When this effect is verified, it will be time to rethink radiometric dating. At present, these guys are nowhere near the level of confidence that would demand such a reassessment. And the only reason something like this is even news is because it speaks to creationist-induced public doubts about carbon dating.


Over half of the clouds in our atmosphere are caused by ion-induced nucleation due to solar rays. This was discovered by CERN, if you would like to educate yourself about it, do so HERE

I knew about this. Re-read what you wrote earlier, and think about what you’re saying more carefully before you say it. Incidentally, ion nucleation is hardly an unknown mechanism.


There are plenty of scientist who are saying very recently that (dark matter) probably does not exist, including ones from CERN. Read about it HERE, HERE and HERE

Two teams peddling their own theories and a page about dark energy, which is not the same thing as dark matter. Sure looks like infotainment to me...

I am aware of the history of dark matter and that it is a hypothetical, though widely accepted, substance. I am aware that many highly qualified physicists don’t believe it exists. However, those wishing to do away with it will have to find something else to do what it does in terms of explanation of observed astronomical effects. There are plenty of other models but none has so far done as well as dark matter. However, the recent collapse of supersymmetry hopes will probably have an effect on the future viability of the dark matter hypothesis.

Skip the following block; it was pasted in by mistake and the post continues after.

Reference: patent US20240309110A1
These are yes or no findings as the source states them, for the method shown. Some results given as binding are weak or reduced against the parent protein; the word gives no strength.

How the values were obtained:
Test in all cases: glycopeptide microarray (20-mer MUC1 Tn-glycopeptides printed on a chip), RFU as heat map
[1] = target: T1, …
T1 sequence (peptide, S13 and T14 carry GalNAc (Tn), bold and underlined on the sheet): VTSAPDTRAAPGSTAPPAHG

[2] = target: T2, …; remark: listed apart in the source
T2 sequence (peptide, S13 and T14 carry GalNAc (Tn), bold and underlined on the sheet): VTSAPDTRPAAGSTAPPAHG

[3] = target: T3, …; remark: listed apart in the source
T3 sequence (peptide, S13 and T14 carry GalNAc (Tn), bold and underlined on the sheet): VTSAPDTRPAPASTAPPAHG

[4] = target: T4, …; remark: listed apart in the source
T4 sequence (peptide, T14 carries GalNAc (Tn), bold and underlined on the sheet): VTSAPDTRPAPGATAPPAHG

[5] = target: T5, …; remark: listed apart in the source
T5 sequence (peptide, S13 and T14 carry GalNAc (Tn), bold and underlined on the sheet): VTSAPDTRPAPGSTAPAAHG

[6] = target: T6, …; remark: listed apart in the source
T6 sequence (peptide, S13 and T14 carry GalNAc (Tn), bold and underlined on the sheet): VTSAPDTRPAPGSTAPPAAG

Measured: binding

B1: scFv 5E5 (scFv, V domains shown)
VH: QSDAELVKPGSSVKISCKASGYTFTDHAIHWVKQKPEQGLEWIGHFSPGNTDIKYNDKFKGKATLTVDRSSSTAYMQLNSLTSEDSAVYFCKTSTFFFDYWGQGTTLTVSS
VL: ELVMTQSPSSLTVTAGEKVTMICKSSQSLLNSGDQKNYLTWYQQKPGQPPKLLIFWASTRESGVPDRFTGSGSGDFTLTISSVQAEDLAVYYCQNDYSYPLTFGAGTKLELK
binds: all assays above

What I call science is what you call science, it's just that I'm willing to admit it's flawed.

We all admit it’s flawed. It doesn’t mean we should throw up our hands and abandon all of it.


Again, religion? Where? I graduated from Michigan S

Okay, no religion. Possibly an over-enthusiastic embrace of philosophy.



posted on Aug, 30 2011 @ 11:12 AM
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Okay, no religion. Possibly an over-enthusiastic embrace of philosophy.


Bingo! Philosophy can and does lead to science and science can and does lead to philosophy.